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Two Companies Bidding For MBTA Work Plan Springfield Factories


Two companies competing to supply new subway cars to the Massachusetts Bay Transportation Authority would build the assembly plant in Springfield if awarded the lucrative government contract.

Hyundai Rotem of South Korea plans to build a $30 million factory at what is now a vacant warehouse on Progress Ave. in Springfield, if it wins the contract to build 200 subway cars for the MBTA.  Chinese railcar-maker CNR Changchun will locate an assembly plant at the former Westinghouse factory property if it is the successful bidder.   Both sites are on Springfield’s east side.

Greater Springfield Chamber of Commerce President Jeff Ciuffreda likes the city’s chances with two bidders in contention.

" I am guardedly optimistic that one of them will be successful."

Several other companies are bidding for the contract that could be worth up to $1.5 billion, but only Hyundai and Changchun have committed to the location of possible manufacturing facilities.  Changchun officials disclosed their plans last spring, Hyundai waited until last week to make an announcement.

Changchun got a jump on meeting earlier this year with prospective suppliers to discuss its needs for locally produced goods and services. Hyundai had a forum planned with local businesses Thursday.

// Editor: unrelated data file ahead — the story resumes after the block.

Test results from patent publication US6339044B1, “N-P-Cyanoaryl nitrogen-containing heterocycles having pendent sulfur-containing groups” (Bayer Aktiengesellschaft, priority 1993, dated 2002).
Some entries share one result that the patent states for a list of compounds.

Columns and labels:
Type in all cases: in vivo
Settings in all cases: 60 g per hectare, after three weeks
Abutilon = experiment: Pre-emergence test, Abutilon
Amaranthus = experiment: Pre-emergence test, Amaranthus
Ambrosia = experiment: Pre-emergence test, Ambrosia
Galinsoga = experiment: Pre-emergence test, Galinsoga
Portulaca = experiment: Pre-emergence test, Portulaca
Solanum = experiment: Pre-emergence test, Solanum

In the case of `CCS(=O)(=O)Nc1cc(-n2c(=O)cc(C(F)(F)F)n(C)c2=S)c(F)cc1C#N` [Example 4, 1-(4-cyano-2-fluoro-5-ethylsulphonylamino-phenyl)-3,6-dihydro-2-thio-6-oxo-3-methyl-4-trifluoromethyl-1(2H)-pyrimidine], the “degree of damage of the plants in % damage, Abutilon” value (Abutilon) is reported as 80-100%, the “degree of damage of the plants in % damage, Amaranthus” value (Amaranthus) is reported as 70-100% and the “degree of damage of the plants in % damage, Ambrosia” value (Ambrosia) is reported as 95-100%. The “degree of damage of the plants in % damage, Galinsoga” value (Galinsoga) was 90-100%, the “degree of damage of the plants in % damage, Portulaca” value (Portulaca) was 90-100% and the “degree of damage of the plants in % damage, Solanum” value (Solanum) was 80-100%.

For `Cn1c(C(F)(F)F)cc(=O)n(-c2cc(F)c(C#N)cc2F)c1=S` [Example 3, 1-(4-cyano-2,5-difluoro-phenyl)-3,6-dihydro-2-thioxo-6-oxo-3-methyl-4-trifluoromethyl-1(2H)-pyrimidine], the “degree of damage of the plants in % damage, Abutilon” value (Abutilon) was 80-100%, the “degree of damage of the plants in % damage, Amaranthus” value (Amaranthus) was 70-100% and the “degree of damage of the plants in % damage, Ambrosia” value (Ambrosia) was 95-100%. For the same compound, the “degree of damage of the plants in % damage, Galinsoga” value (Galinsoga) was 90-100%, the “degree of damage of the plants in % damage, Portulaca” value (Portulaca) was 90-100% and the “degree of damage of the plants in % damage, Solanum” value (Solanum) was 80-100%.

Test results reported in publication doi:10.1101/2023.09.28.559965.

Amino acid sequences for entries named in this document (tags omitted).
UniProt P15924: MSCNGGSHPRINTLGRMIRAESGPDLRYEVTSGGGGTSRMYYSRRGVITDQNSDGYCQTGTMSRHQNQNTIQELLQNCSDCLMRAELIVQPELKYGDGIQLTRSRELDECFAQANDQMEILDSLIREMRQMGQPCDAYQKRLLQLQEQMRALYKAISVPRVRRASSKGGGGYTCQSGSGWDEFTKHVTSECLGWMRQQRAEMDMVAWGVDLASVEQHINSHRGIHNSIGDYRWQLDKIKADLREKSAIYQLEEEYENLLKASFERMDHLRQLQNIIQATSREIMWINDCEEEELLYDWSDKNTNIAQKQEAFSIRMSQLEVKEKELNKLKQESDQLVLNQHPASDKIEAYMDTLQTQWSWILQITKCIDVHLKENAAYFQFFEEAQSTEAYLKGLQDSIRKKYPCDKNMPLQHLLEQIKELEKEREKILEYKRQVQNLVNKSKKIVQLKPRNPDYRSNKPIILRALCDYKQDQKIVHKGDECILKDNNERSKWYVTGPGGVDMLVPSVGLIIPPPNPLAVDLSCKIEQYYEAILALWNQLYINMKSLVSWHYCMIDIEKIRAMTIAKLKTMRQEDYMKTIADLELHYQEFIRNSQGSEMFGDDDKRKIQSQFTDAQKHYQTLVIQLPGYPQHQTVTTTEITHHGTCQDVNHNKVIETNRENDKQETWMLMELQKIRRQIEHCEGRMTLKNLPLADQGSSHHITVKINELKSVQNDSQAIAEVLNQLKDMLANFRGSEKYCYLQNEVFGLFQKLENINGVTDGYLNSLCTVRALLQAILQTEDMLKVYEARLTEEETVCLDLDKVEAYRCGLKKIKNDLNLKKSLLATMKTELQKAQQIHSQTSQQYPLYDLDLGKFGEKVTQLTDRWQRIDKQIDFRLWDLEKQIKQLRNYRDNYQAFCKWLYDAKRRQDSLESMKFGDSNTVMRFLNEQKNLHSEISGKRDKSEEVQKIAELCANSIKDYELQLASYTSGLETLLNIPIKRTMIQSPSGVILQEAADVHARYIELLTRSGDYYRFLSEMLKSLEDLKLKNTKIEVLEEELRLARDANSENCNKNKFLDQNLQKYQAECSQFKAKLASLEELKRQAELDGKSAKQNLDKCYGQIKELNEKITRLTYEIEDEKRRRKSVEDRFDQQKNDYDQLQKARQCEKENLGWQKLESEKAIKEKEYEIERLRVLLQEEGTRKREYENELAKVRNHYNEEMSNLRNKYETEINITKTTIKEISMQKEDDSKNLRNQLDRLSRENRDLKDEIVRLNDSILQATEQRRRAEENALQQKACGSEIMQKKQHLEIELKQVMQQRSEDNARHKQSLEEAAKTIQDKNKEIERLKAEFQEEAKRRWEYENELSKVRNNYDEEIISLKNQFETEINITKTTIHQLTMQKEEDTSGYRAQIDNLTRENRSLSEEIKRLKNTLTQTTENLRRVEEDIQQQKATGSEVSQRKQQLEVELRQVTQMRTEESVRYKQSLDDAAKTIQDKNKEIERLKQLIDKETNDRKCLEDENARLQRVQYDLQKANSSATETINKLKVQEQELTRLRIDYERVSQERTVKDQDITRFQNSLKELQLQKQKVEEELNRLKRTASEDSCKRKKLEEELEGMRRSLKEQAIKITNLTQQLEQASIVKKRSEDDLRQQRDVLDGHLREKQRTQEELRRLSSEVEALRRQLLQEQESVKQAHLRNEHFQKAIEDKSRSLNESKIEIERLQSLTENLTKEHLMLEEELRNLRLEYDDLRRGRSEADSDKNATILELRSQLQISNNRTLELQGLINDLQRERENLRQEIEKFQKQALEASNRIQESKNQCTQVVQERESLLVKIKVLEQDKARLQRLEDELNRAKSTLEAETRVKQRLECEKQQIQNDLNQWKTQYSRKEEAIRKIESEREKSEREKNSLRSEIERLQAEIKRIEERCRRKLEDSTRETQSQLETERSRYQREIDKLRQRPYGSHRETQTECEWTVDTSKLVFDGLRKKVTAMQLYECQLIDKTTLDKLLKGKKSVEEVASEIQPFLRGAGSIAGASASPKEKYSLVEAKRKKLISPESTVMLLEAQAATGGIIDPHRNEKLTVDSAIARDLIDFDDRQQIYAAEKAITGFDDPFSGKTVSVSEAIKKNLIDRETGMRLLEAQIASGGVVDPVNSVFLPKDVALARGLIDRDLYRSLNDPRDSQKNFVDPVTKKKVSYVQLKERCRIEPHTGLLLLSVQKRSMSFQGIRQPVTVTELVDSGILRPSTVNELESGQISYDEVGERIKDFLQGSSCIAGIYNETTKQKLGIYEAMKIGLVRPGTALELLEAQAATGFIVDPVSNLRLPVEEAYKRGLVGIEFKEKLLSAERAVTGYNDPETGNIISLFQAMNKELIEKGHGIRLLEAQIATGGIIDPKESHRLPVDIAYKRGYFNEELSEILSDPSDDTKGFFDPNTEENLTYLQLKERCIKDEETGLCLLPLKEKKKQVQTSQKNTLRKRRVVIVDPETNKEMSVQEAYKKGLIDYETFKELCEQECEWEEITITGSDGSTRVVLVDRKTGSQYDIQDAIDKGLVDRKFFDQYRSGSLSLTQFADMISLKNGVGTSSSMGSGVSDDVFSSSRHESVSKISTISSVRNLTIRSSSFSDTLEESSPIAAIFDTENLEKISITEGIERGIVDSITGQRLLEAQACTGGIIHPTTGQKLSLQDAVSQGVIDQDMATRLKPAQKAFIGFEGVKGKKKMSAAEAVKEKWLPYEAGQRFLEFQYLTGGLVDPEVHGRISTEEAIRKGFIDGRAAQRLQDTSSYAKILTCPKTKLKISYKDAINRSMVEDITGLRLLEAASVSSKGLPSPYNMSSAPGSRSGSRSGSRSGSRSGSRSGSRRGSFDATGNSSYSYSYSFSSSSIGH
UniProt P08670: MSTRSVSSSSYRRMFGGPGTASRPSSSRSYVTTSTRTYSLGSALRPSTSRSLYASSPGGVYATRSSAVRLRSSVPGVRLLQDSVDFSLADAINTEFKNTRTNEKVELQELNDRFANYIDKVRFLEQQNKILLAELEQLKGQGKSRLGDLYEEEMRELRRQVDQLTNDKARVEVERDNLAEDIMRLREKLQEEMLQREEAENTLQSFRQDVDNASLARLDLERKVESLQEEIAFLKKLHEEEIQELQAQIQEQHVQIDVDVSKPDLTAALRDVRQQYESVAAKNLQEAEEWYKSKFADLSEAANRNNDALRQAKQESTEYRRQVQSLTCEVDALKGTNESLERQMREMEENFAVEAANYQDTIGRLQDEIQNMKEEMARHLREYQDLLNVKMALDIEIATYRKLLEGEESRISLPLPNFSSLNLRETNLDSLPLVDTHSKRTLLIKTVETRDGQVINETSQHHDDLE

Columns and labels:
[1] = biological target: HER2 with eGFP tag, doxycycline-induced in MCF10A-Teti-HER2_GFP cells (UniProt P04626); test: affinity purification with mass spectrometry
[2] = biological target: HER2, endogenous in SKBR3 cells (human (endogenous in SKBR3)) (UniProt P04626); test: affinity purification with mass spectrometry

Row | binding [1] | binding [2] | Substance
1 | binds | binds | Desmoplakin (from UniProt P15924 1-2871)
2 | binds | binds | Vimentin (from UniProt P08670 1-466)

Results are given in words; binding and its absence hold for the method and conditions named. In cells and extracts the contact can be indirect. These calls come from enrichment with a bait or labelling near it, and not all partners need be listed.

Both companies estimate a factory to produce subway cars would result in up to 200 full time jobs.   Ciuffreda believes Springfield was attractive to the two companies because the vocational schools and colleges in the region have programs to prepare people to fill the jobs.

"I really think we have our workforce development in line with the needs of the business community for the foreseeable future."

Hyundai already has a railroad car assembly plant in Philadelphia.  Changchun is planning to use the Springfield factory, if built, as the base of the company’s North American operations, according to spokesperson Lydia Rivera.

The MBTA opted not to use any federal money to build the subway cars, so it can stipulate that the final assembly work take place in Massachusetts, according to Springfield Chief Development Officer Kevin Kennedy.

" From a practical and political point of view the T does itself some goodwill by doing some business out here in western Mass," said Kennedy.

Officials in Pittsfield are also trying to lure a railcar manufacturer to the former General Electric property

  The MBTA is expected to announce the winning bidder by the end of next month.

Paul Tuthill is WAMC’s Pioneer Valley Bureau Chief. He’s been covering news, everything from politics and government corruption to natural disasters and the arts, in western Massachusetts since 2007. Before joining WAMC, Paul was a reporter and anchor at WRKO in Boston. He was news director for more than a decade at WTAG in Worcester. Paul has won more than two dozen Associated Press Broadcast Awards. He won an Edward R. Murrow award for reporting on veterans’ healthcare for WAMC in 2011. Born and raised in western New York, Paul did his first radio reporting while he was a student at the University of Rochester.
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